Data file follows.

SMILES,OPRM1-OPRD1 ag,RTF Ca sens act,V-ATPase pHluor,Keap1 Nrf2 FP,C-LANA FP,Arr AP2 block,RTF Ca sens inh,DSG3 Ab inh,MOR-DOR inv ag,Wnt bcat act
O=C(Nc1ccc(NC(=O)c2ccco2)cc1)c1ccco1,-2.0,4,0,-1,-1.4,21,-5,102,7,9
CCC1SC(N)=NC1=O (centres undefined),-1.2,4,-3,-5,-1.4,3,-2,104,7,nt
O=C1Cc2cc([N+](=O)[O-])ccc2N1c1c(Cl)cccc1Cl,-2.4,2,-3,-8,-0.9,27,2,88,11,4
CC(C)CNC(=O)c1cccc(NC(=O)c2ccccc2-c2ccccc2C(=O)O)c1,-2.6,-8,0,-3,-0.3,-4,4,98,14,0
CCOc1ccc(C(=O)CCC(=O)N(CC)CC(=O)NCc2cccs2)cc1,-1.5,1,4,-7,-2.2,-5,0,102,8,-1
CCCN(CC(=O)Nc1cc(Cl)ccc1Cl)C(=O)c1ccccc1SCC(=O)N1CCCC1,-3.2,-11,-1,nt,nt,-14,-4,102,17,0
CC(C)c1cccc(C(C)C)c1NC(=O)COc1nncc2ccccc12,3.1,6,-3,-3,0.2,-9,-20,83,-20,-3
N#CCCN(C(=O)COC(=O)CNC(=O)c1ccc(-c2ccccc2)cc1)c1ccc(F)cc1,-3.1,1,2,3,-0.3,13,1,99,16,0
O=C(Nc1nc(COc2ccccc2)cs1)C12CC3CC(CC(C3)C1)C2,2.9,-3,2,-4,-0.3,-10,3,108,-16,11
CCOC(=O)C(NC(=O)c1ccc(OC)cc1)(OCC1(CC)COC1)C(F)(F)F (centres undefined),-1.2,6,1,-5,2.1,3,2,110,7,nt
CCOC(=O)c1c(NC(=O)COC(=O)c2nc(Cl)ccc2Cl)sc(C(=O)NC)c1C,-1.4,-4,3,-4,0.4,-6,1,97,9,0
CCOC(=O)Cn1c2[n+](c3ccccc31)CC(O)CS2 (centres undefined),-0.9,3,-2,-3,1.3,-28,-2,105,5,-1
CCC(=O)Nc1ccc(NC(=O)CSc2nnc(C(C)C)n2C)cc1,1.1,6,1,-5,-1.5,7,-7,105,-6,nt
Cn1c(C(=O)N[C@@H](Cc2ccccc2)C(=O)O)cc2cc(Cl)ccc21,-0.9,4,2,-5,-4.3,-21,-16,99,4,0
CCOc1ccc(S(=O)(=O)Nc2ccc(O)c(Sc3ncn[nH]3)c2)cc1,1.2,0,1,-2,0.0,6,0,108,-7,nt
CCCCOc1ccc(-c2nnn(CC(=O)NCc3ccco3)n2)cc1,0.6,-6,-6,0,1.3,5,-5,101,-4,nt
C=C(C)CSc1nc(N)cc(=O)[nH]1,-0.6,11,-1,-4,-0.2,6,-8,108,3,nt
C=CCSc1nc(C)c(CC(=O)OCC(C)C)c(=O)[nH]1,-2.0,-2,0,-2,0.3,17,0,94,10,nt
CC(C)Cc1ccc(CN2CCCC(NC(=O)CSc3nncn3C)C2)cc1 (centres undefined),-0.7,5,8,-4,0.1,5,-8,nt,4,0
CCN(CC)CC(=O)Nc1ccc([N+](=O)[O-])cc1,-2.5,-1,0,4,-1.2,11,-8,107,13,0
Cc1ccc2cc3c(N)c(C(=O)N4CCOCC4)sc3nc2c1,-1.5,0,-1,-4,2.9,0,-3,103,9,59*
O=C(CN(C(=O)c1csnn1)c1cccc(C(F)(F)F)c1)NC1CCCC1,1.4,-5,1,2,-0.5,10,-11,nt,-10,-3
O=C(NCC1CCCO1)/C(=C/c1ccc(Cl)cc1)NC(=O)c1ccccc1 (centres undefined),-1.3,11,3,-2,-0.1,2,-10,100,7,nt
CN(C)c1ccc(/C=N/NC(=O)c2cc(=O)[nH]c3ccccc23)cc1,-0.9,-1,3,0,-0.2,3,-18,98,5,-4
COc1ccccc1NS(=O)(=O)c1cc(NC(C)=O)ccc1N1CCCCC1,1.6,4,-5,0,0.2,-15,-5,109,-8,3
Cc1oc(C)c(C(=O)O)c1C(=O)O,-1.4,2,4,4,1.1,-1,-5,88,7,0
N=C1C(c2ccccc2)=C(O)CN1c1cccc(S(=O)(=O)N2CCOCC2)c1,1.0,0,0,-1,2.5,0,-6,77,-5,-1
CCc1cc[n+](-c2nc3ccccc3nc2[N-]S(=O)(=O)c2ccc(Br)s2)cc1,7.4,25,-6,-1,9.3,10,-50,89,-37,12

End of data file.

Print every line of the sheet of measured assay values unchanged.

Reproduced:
SMILES,OPRM1-OPRD1 ag,RTF Ca sens act,V-ATPase pHluor,Keap1 Nrf2 FP,C-LANA FP,Arr AP2 block,RTF Ca sens inh,DSG3 Ab inh,MOR-DOR inv ag,Wnt bcat act
O=C(Nc1ccc(NC(=O)c2ccco2)cc1)c1ccco1,-2.0,4,0,-1,-1.4,21,-5,102,7,9
CCC1SC(N)=NC1=O (centres undefined),-1.2,4,-3,-5,-1.4,3,-2,104,7,nt
O=C1Cc2cc([N+](=O)[O-])ccc2N1c1c(Cl)cccc1Cl,-2.4,2,-3,-8,-0.9,27,2,88,11,4
CC(C)CNC(=O)c1cccc(NC(=O)c2ccccc2-c2ccccc2C(=O)O)c1,-2.6,-8,0,-3,-0.3,-4,4,98,14,0
CCOc1ccc(C(=O)CCC(=O)N(CC)CC(=O)NCc2cccs2)cc1,-1.5,1,4,-7,-2.2,-5,0,102,8,-1
CCCN(CC(=O)Nc1cc(Cl)ccc1Cl)C(=O)c1ccccc1SCC(=O)N1CCCC1,-3.2,-11,-1,nt,nt,-14,-4,102,17,0
CC(C)c1cccc(C(C)C)c1NC(=O)COc1nncc2ccccc12,3.1,6,-3,-3,0.2,-9,-20,83,-20,-3
N#CCCN(C(=O)COC(=O)CNC(=O)c1ccc(-c2ccccc2)cc1)c1ccc(F)cc1,-3.1,1,2,3,-0.3,13,1,99,16,0
O=C(Nc1nc(COc2ccccc2)cs1)C12CC3CC(CC(C3)C1)C2,2.9,-3,2,-4,-0.3,-10,3,108,-16,11
CCOC(=O)C(NC(=O)c1ccc(OC)cc1)(OCC1(CC)COC1)C(F)(F)F (centres undefined),-1.2,6,1,-5,2.1,3,2,110,7,nt
CCOC(=O)c1c(NC(=O)COC(=O)c2nc(Cl)ccc2Cl)sc(C(=O)NC)c1C,-1.4,-4,3,-4,0.4,-6,1,97,9,0
CCOC(=O)Cn1c2[n+](c3ccccc31)CC(O)CS2 (centres undefined),-0.9,3,-2,-3,1.3,-28,-2,105,5,-1
CCC(=O)Nc1ccc(NC(=O)CSc2nnc(C(C)C)n2C)cc1,1.1,6,1,-5,-1.5,7,-7,105,-6,nt
Cn1c(C(=O)N[C@@H](Cc2ccccc2)C(=O)O)cc2cc(Cl)ccc21,-0.9,4,2,-5,-4.3,-21,-16,99,4,0
CCOc1ccc(S(=O)(=O)Nc2ccc(O)c(Sc3ncn[nH]3)c2)cc1,1.2,0,1,-2,0.0,6,0,108,-7,nt
CCCCOc1ccc(-c2nnn(CC(=O)NCc3ccco3)n2)cc1,0.6,-6,-6,0,1.3,5,-5,101,-4,nt
C=C(C)CSc1nc(N)cc(=O)[nH]1,-0.6,11,-1,-4,-0.2,6,-8,108,3,nt
C=CCSc1nc(C)c(CC(=O)OCC(C)C)c(=O)[nH]1,-2.0,-2,0,-2,0.3,17,0,94,10,nt
CC(C)Cc1ccc(CN2CCCC(NC(=O)CSc3nncn3C)C2)cc1 (centres undefined),-0.7,5,8,-4,0.1,5,-8,nt,4,0
CCN(CC)CC(=O)Nc1ccc([N+](=O)[O-])cc1,-2.5,-1,0,4,-1.2,11,-8,107,13,0
Cc1ccc2cc3c(N)c(C(=O)N4CCOCC4)sc3nc2c1,-1.5,0,-1,-4,2.9,0,-3,103,9,59*
O=C(CN(C(=O)c1csnn1)c1cccc(C(F)(F)F)c1)NC1CCCC1,1.4,-5,1,2,-0.5,10,-11,nt,-10,-3
O=C(NCC1CCCO1)/C(=C/c1ccc(Cl)cc1)NC(=O)c1ccccc1 (centres undefined),-1.3,11,3,-2,-0.1,2,-10,100,7,nt
CN(C)c1ccc(/C=N/NC(=O)c2cc(=O)[nH]c3ccccc23)cc1,-0.9,-1,3,0,-0.2,3,-18,98,5,-4
COc1ccccc1NS(=O)(=O)c1cc(NC(C)=O)ccc1N1CCCCC1,1.6,4,-5,0,0.2,-15,-5,109,-8,3
Cc1oc(C)c(C(=O)O)c1C(=O)O,-1.4,2,4,4,1.1,-1,-5,88,7,0
N=C1C(c2ccccc2)=C(O)CN1c1cccc(S(=O)(=O)N2CCOCC2)c1,1.0,0,0,-1,2.5,0,-6,77,-5,-1
CCc1cc[n+](-c2nc3ccccc3nc2[N-]S(=O)(=O)c2ccc(Br)s2)cc1,7.4,25,-6,-1,9.3,10,-50,89,-37,12